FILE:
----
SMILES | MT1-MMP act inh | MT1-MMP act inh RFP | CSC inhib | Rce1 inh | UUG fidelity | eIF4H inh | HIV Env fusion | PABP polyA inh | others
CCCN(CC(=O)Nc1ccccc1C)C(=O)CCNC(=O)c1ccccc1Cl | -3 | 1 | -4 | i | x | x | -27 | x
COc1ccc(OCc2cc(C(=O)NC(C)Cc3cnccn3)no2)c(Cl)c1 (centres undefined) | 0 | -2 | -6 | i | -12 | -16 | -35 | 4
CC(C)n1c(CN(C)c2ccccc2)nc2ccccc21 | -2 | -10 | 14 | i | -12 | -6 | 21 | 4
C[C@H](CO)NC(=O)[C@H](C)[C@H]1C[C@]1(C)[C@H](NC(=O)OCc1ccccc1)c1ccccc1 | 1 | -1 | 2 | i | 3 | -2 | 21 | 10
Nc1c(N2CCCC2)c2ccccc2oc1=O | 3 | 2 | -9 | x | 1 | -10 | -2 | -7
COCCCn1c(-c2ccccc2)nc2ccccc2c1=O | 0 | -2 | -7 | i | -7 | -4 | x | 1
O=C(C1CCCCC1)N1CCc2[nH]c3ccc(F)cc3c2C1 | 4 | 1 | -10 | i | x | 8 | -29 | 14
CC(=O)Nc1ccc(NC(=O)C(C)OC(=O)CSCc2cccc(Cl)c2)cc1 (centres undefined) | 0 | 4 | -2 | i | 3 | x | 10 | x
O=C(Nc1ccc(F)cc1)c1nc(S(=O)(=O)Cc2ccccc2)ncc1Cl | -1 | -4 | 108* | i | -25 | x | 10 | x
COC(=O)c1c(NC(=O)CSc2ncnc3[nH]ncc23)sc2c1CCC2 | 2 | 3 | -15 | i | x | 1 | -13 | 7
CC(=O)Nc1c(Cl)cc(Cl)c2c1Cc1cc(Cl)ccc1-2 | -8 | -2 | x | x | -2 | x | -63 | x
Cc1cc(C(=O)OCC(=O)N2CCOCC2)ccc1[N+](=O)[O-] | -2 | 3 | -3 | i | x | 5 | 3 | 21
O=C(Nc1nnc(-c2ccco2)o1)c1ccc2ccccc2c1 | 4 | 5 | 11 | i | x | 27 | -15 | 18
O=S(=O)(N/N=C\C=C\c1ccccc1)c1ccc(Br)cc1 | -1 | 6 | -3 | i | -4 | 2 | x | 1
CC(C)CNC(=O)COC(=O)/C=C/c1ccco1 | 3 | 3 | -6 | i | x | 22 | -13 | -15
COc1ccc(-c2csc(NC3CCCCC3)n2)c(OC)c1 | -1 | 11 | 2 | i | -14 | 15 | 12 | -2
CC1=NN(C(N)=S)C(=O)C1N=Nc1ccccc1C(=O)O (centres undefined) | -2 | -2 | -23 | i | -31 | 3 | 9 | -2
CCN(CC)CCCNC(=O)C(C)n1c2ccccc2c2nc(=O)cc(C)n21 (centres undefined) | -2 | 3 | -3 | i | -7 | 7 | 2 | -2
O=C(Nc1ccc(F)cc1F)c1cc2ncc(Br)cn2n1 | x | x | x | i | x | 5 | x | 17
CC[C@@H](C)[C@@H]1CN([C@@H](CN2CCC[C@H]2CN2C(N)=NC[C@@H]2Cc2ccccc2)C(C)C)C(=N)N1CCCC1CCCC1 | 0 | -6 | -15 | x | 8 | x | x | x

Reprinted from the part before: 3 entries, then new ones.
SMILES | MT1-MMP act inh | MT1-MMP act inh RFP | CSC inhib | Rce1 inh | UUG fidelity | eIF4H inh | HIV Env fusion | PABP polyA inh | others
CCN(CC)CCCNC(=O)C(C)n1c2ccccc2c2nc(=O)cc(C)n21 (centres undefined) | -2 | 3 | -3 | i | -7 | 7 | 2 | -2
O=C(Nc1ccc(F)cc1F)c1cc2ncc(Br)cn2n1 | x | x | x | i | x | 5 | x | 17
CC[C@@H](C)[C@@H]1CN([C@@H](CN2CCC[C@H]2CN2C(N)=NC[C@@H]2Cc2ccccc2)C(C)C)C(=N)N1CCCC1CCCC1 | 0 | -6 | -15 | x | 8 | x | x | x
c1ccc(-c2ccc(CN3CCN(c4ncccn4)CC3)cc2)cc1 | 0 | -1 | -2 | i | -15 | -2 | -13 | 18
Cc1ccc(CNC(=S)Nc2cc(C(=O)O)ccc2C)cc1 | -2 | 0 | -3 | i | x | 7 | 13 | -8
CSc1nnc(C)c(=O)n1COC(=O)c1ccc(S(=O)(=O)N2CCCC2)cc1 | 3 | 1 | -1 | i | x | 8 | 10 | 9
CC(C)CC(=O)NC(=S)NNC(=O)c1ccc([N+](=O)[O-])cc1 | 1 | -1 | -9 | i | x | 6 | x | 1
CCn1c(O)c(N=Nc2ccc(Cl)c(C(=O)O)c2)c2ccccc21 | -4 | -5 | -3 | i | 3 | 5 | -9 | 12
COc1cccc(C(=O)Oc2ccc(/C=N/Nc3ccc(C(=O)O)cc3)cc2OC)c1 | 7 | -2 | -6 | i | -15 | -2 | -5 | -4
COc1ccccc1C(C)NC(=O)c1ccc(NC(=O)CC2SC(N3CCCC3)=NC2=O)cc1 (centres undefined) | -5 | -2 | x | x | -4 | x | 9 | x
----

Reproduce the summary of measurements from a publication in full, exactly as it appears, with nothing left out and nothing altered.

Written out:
SMILES | MT1-MMP act inh | MT1-MMP act inh RFP | CSC inhib | Rce1 inh | UUG fidelity | eIF4H inh | HIV Env fusion | PABP polyA inh | others
CCCN(CC(=O)Nc1ccccc1C)C(=O)CCNC(=O)c1ccccc1Cl | -3 | 1 | -4 | i | x | x | -27 | x
COc1ccc(OCc2cc(C(=O)NC(C)Cc3cnccn3)no2)c(Cl)c1 (centres undefined) | 0 | -2 | -6 | i | -12 | -16 | -35 | 4
CC(C)n1c(CN(C)c2ccccc2)nc2ccccc21 | -2 | -10 | 14 | i | -12 | -6 | 21 | 4
C[C@H](CO)NC(=O)[C@H](C)[C@H]1C[C@]1(C)[C@H](NC(=O)OCc1ccccc1)c1ccccc1 | 1 | -1 | 2 | i | 3 | -2 | 21 | 10
Nc1c(N2CCCC2)c2ccccc2oc1=O | 3 | 2 | -9 | x | 1 | -10 | -2 | -7
COCCCn1c(-c2ccccc2)nc2ccccc2c1=O | 0 | -2 | -7 | i | -7 | -4 | x | 1
O=C(C1CCCCC1)N1CCc2[nH]c3ccc(F)cc3c2C1 | 4 | 1 | -10 | i | x | 8 | -29 | 14
CC(=O)Nc1ccc(NC(=O)C(C)OC(=O)CSCc2cccc(Cl)c2)cc1 (centres undefined) | 0 | 4 | -2 | i | 3 | x | 10 | x
O=C(Nc1ccc(F)cc1)c1nc(S(=O)(=O)Cc2ccccc2)ncc1Cl | -1 | -4 | 108* | i | -25 | x | 10 | x
COC(=O)c1c(NC(=O)CSc2ncnc3[nH]ncc23)sc2c1CCC2 | 2 | 3 | -15 | i | x | 1 | -13 | 7
CC(=O)Nc1c(Cl)cc(Cl)c2c1Cc1cc(Cl)ccc1-2 | -8 | -2 | x | x | -2 | x | -63 | x
Cc1cc(C(=O)OCC(=O)N2CCOCC2)ccc1[N+](=O)[O-] | -2 | 3 | -3 | i | x | 5 | 3 | 21
O=C(Nc1nnc(-c2ccco2)o1)c1ccc2ccccc2c1 | 4 | 5 | 11 | i | x | 27 | -15 | 18
O=S(=O)(N/N=C\C=C\c1ccccc1)c1ccc(Br)cc1 | -1 | 6 | -3 | i | -4 | 2 | x | 1
CC(C)CNC(=O)COC(=O)/C=C/c1ccco1 | 3 | 3 | -6 | i | x | 22 | -13 | -15
COc1ccc(-c2csc(NC3CCCCC3)n2)c(OC)c1 | -1 | 11 | 2 | i | -14 | 15 | 12 | -2
CC1=NN(C(N)=S)C(=O)C1N=Nc1ccccc1C(=O)O (centres undefined) | -2 | -2 | -23 | i | -31 | 3 | 9 | -2
CCN(CC)CCCNC(=O)C(C)n1c2ccccc2c2nc(=O)cc(C)n21 (centres undefined) | -2 | 3 | -3 | i | -7 | 7 | 2 | -2
O=C(Nc1ccc(F)cc1F)c1cc2ncc(Br)cn2n1 | x | x | x | i | x | 5 | x | 17
CC[C@@H](C)[C@@H]1CN([C@@H](CN2CCC[C@H]2CN2C(N)=NC[C@@H]2Cc2ccccc2)C(C)C)C(=N)N1CCCC1CCCC1 | 0 | -6 | -15 | x | 8 | x | x | x

Reprinted from the part before: 3 entries, then new ones.
SMILES | MT1-MMP act inh | MT1-MMP act inh RFP | CSC inhib | Rce1 inh | UUG fidelity | eIF4H inh | HIV Env fusion | PABP polyA inh | others
CCN(CC)CCCNC(=O)C(C)n1c2ccccc2c2nc(=O)cc(C)n21 (centres undefined) | -2 | 3 | -3 | i | -7 | 7 | 2 | -2
O=C(Nc1ccc(F)cc1F)c1cc2ncc(Br)cn2n1 | x | x | x | i | x | 5 | x | 17
CC[C@@H](C)[C@@H]1CN([C@@H](CN2CCC[C@H]2CN2C(N)=NC[C@@H]2Cc2ccccc2)C(C)C)C(=N)N1CCCC1CCCC1 | 0 | -6 | -15 | x | 8 | x | x | x
c1ccc(-c2ccc(CN3CCN(c4ncccn4)CC3)cc2)cc1 | 0 | -1 | -2 | i | -15 | -2 | -13 | 18
Cc1ccc(CNC(=S)Nc2cc(C(=O)O)ccc2C)cc1 | -2 | 0 | -3 | i | x | 7 | 13 | -8
CSc1nnc(C)c(=O)n1COC(=O)c1ccc(S(=O)(=O)N2CCCC2)cc1 | 3 | 1 | -1 | i | x | 8 | 10 | 9
CC(C)CC(=O)NC(=S)NNC(=O)c1ccc([N+](=O)[O-])cc1 | 1 | -1 | -9 | i | x | 6 | x | 1
CCn1c(O)c(N=Nc2ccc(Cl)c(C(=O)O)c2)c2ccccc21 | -4 | -5 | -3 | i | 3 | 5 | -9 | 12
COc1cccc(C(=O)Oc2ccc(/C=N/Nc3ccc(C(=O)O)cc3)cc2OC)c1 | 7 | -2 | -6 | i | -15 | -2 | -5 | -4
COc1ccccc1C(C)NC(=O)c1ccc(NC(=O)CC2SC(N3CCCC3)=NC2=O)cc1 (centres undefined) | -5 | -2 | x | x | -4 | x | 9 | x